Most Americans under the age of seventy do not remember that America housed 370,000 German prisoners of war in nearly five hundred camps spread throughout this continent during WW II. These men were killers of Americans, and they, too, like the men at Guantanamo, had been schooled in racial hatred. Yet, we did not treat those thousands of men then like the prisoners at Guantanamo have been treated, bound and shackled, who hate every American they come into contact with. Our government had a different frame of mind then–not an “eye for an eye” retribution of Mr. Cheney. These Germans were humanely treated, with every effort to stay within the bounds of the Geneva Conventions, which outlines the treatment of prisoners of war.

They were fed well, housed in decent camps, shown American movies, read American books, and worked at a myriad of jobs–picking crops, harvesting lumber, or stuffing olives with sweet peppers in canning factories. In fact, after a while, the American public was distressed about the POWs receiving such good food, while they were dealing with ration books. But the War Department fought back the naysayers because Roosevelt’s Administration wanted to influence the Third Reich to treat captured Americans the same way.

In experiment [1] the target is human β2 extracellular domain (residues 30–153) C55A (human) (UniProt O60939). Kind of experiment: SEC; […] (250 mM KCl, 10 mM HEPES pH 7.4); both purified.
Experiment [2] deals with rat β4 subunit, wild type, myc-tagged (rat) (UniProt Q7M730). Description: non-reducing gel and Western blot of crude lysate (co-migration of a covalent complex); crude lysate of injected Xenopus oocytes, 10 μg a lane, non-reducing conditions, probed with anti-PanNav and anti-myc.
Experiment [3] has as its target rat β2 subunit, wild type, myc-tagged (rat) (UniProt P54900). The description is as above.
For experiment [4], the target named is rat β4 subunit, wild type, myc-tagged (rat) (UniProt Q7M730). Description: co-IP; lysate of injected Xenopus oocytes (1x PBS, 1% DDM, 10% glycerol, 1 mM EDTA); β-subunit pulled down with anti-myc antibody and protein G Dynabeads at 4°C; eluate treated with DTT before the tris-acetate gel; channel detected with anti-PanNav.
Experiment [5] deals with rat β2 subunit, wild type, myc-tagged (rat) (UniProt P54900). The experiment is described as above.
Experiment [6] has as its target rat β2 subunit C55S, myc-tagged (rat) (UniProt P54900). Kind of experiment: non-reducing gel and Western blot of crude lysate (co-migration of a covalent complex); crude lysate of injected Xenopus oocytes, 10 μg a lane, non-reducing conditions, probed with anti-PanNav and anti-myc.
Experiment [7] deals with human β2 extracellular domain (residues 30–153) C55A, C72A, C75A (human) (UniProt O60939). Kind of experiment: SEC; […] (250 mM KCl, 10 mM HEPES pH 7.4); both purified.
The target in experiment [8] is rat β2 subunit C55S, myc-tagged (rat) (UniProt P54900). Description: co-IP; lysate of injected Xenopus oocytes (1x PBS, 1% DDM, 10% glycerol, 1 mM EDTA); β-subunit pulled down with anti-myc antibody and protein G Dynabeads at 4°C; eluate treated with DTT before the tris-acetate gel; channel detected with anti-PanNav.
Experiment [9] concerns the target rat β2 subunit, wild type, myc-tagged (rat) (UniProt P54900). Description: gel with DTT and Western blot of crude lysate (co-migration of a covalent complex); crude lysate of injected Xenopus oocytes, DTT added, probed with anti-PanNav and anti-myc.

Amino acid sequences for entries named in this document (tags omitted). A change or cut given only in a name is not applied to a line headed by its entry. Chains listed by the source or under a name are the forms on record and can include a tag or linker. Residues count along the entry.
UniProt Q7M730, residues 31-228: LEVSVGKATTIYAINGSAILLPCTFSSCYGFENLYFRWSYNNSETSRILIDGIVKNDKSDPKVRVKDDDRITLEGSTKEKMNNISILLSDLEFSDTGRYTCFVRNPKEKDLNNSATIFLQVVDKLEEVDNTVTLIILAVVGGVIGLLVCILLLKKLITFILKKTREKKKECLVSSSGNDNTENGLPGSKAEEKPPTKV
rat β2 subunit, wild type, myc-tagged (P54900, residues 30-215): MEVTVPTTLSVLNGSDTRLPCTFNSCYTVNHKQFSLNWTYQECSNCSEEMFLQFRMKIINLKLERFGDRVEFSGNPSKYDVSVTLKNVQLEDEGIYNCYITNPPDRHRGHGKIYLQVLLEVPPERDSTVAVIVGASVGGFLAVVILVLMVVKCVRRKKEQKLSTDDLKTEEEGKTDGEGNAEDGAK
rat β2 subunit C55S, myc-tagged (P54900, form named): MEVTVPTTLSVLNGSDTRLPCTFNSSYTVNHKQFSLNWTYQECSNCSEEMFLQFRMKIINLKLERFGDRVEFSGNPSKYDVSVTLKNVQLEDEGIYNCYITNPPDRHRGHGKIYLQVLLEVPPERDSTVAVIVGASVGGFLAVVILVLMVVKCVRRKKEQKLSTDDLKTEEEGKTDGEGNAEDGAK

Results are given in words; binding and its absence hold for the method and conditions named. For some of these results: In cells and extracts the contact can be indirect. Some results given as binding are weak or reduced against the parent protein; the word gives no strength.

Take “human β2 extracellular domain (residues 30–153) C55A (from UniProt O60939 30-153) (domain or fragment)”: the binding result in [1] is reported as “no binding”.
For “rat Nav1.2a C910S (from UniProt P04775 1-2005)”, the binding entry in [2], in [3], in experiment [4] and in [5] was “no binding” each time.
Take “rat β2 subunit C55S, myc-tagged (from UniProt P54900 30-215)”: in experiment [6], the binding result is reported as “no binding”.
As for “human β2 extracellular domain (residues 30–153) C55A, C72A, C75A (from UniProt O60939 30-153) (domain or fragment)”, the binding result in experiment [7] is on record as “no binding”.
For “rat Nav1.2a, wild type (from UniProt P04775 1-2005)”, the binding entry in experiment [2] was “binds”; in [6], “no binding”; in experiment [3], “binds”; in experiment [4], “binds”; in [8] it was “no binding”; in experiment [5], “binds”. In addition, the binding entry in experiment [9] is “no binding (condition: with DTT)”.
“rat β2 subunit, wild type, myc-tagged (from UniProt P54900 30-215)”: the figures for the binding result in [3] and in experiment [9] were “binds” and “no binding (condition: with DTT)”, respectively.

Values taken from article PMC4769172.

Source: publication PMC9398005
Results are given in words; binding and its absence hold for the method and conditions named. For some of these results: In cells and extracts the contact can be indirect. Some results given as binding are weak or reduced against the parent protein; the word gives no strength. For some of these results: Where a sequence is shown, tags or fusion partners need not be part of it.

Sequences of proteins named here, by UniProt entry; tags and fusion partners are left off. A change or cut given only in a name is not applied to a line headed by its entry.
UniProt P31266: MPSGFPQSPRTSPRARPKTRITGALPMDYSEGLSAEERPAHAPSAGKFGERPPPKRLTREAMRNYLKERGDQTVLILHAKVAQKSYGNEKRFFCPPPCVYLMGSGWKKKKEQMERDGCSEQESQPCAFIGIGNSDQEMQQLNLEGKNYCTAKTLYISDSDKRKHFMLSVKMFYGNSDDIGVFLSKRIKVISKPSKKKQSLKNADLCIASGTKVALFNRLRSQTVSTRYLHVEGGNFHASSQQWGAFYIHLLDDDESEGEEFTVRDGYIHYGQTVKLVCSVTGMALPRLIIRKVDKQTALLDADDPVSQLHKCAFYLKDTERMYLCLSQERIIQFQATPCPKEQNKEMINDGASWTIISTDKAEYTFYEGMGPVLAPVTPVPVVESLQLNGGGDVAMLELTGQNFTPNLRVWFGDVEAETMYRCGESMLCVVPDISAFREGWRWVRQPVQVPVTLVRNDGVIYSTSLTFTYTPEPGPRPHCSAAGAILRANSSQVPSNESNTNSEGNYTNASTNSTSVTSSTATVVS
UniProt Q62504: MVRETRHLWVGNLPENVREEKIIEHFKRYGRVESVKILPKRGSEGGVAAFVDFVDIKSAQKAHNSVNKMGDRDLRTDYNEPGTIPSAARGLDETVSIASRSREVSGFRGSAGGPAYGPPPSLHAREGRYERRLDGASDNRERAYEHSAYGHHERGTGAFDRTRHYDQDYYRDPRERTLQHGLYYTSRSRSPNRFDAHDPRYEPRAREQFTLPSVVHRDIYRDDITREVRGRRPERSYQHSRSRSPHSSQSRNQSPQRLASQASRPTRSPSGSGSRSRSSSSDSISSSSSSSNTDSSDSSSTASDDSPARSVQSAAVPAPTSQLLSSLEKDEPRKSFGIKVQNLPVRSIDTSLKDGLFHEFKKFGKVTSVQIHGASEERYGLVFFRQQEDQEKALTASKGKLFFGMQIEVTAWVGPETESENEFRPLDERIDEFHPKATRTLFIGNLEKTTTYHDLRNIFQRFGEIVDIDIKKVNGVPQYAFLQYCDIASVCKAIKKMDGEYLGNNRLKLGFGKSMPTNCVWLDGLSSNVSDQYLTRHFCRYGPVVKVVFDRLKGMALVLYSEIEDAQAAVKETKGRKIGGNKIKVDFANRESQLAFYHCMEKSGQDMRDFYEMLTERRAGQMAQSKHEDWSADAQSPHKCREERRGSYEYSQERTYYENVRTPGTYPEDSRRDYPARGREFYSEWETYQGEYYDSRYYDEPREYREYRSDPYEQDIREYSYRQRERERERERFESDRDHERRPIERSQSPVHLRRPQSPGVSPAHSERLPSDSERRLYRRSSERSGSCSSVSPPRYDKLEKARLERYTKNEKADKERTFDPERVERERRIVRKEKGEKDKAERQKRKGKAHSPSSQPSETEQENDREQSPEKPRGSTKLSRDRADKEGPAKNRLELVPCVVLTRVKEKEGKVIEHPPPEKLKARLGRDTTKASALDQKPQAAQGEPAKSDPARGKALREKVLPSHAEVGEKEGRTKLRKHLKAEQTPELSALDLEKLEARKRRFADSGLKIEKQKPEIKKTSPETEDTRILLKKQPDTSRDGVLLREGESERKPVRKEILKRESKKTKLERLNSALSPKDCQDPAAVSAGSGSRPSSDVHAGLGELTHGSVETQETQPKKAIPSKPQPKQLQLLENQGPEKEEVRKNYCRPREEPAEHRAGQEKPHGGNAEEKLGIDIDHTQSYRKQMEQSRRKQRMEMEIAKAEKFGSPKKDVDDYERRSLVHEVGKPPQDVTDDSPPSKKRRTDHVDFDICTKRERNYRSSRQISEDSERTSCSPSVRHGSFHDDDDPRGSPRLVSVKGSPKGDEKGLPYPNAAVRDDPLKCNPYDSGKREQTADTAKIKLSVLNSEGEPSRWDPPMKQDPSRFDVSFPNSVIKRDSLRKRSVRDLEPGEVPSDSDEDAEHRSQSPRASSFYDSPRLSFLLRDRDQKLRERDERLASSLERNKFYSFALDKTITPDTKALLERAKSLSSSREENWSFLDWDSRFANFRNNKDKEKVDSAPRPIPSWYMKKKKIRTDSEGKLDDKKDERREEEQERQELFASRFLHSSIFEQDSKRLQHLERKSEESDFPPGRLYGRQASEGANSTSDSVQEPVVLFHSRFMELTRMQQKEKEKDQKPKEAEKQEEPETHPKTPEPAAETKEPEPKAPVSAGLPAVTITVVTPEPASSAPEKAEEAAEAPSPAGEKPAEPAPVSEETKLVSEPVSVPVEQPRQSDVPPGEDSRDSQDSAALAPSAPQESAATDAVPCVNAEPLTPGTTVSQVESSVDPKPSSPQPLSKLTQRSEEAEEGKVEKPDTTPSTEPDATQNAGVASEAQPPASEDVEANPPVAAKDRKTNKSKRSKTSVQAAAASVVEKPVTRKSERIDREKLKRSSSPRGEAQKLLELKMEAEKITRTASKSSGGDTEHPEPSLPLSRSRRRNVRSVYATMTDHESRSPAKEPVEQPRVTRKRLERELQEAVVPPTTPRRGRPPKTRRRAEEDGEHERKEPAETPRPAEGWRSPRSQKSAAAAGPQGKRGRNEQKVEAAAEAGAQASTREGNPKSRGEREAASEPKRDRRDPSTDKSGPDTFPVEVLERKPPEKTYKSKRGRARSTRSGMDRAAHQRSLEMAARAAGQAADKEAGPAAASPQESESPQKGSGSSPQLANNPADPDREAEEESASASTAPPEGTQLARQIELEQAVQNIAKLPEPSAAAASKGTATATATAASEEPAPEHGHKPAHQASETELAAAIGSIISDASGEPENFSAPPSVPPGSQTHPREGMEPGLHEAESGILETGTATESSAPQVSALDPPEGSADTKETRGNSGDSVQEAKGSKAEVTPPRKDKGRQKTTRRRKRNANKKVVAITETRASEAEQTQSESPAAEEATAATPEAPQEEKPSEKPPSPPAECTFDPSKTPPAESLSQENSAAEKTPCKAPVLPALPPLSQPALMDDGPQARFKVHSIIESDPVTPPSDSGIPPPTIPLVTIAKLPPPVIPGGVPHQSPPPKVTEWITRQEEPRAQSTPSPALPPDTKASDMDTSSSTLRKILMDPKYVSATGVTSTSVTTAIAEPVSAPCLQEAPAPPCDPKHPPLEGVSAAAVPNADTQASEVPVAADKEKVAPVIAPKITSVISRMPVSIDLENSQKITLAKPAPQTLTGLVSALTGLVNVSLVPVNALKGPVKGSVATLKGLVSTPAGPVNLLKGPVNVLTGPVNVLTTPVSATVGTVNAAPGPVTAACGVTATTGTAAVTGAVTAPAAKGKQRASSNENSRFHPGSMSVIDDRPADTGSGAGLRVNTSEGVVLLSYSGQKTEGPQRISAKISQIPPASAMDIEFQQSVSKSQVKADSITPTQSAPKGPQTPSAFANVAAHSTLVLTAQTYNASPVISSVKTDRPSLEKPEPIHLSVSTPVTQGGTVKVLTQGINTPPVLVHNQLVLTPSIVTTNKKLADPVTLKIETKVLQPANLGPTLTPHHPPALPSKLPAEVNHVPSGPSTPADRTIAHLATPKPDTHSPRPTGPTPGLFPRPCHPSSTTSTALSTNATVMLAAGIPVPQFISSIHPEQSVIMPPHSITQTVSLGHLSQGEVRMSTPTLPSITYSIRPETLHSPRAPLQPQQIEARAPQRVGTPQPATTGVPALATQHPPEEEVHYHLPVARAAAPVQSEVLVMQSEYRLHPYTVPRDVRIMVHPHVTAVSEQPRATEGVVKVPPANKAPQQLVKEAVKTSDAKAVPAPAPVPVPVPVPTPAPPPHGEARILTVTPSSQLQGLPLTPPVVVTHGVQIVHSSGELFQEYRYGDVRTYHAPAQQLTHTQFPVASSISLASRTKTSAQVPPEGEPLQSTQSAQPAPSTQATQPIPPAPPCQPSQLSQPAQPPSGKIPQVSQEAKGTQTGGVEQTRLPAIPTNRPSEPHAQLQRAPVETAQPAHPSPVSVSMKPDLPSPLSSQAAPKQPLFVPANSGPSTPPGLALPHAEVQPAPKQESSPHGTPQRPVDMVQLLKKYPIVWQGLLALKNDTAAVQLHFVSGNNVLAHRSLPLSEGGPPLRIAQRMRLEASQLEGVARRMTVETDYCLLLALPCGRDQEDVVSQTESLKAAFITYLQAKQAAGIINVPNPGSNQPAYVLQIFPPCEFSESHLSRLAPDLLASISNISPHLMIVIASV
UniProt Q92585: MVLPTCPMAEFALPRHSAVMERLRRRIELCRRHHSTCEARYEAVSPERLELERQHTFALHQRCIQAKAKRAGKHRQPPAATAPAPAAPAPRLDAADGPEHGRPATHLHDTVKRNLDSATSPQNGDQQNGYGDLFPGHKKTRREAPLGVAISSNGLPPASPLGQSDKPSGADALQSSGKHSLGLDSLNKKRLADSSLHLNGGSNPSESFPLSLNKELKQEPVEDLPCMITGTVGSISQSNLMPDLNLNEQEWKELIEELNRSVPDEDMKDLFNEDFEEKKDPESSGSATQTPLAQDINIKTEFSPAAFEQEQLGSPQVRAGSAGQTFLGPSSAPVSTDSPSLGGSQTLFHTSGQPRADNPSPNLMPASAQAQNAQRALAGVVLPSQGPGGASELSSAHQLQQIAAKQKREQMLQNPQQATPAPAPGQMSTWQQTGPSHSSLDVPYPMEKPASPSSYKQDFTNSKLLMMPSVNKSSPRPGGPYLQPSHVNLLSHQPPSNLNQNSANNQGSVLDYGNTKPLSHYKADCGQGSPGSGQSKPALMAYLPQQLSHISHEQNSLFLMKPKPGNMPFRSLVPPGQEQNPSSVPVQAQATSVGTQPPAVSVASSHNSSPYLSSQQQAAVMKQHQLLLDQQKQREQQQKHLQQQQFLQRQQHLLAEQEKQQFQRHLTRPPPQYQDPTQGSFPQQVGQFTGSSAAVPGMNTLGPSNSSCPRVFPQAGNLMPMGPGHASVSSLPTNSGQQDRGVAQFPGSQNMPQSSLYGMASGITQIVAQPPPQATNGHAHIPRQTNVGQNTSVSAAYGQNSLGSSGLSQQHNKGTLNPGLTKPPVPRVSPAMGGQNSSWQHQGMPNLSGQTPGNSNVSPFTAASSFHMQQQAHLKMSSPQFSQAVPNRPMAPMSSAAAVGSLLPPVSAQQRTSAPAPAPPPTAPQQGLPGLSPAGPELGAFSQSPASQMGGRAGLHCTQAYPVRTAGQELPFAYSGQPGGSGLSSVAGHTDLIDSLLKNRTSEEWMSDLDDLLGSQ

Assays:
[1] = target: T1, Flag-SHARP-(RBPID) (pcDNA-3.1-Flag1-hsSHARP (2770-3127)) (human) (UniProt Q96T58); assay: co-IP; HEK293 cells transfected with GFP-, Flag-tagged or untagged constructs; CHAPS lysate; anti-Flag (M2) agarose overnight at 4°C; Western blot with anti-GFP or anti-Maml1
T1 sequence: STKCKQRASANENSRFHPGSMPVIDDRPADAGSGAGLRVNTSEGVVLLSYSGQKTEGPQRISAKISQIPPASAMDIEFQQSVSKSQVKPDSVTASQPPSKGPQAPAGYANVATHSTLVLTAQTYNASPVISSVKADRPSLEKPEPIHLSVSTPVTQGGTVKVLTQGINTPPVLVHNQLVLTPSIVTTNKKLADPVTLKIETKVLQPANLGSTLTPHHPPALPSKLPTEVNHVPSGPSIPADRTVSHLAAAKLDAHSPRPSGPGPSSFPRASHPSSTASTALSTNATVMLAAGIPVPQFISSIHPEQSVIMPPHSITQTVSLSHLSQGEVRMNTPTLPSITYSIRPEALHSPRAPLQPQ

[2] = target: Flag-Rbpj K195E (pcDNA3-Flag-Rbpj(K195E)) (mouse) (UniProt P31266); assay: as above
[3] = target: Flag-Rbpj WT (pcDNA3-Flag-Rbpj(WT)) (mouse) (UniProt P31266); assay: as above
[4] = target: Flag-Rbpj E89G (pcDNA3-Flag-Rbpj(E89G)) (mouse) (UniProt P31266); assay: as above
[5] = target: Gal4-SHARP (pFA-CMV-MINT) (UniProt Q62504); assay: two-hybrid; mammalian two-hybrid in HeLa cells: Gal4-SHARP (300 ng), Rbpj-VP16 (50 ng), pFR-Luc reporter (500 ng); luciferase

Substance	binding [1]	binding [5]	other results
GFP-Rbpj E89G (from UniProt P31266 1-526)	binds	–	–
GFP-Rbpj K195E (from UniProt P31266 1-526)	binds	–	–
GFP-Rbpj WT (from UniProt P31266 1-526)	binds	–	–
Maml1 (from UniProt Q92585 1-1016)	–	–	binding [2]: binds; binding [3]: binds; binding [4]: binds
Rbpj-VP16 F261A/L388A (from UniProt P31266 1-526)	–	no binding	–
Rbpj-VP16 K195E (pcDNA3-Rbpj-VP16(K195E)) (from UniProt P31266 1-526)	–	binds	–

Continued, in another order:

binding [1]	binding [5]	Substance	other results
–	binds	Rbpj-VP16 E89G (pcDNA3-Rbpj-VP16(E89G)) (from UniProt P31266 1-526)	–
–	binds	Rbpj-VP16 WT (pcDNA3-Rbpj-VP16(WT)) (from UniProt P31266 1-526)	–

After our victory over Germany and Japan, about twenty thousand of these POWs were put through a six-day reeducation seminar at Fort Eustis, Virginia, where they were taught about democracy. The hope was this education and their time in the United States where they saw the living example of democracy would give them the taste of freedom that Hitler’s National Socialism never did. There was great hope among the staff of the Special Projects Division that these Germans would bring those values home to a broken Germany.

Let us be straight about the climate in those POW camps. The men were prisoners, and prisoners develop a close-knit society of “us versus them.” There were hardened Nazis inside, mostly officers and NCO’s who wanted to keep the men in line with the tenets of the Third Reich. Men were killed in the POW camps who did not toe the line, but slowly and surely, quietly with films and reading material and opportunities to interface with Americans as they worked out in the fields and factories, these men went home and built the Federal Republic of Germany.

To Mr. Cheney and his comment that President Obama has “contrived indignation and phony moralizing” over the issue of detainee interrogations, I ask the American public to look at what we have done at Guantanamo under the Bush Administration and then look at the results of our imprisonment of thousands of Germans who went home to build a viable republic. Would that have happened under Dick Cheney? I think we all know the answer.

Copyright, Geraldine Birch. All rights reserved.

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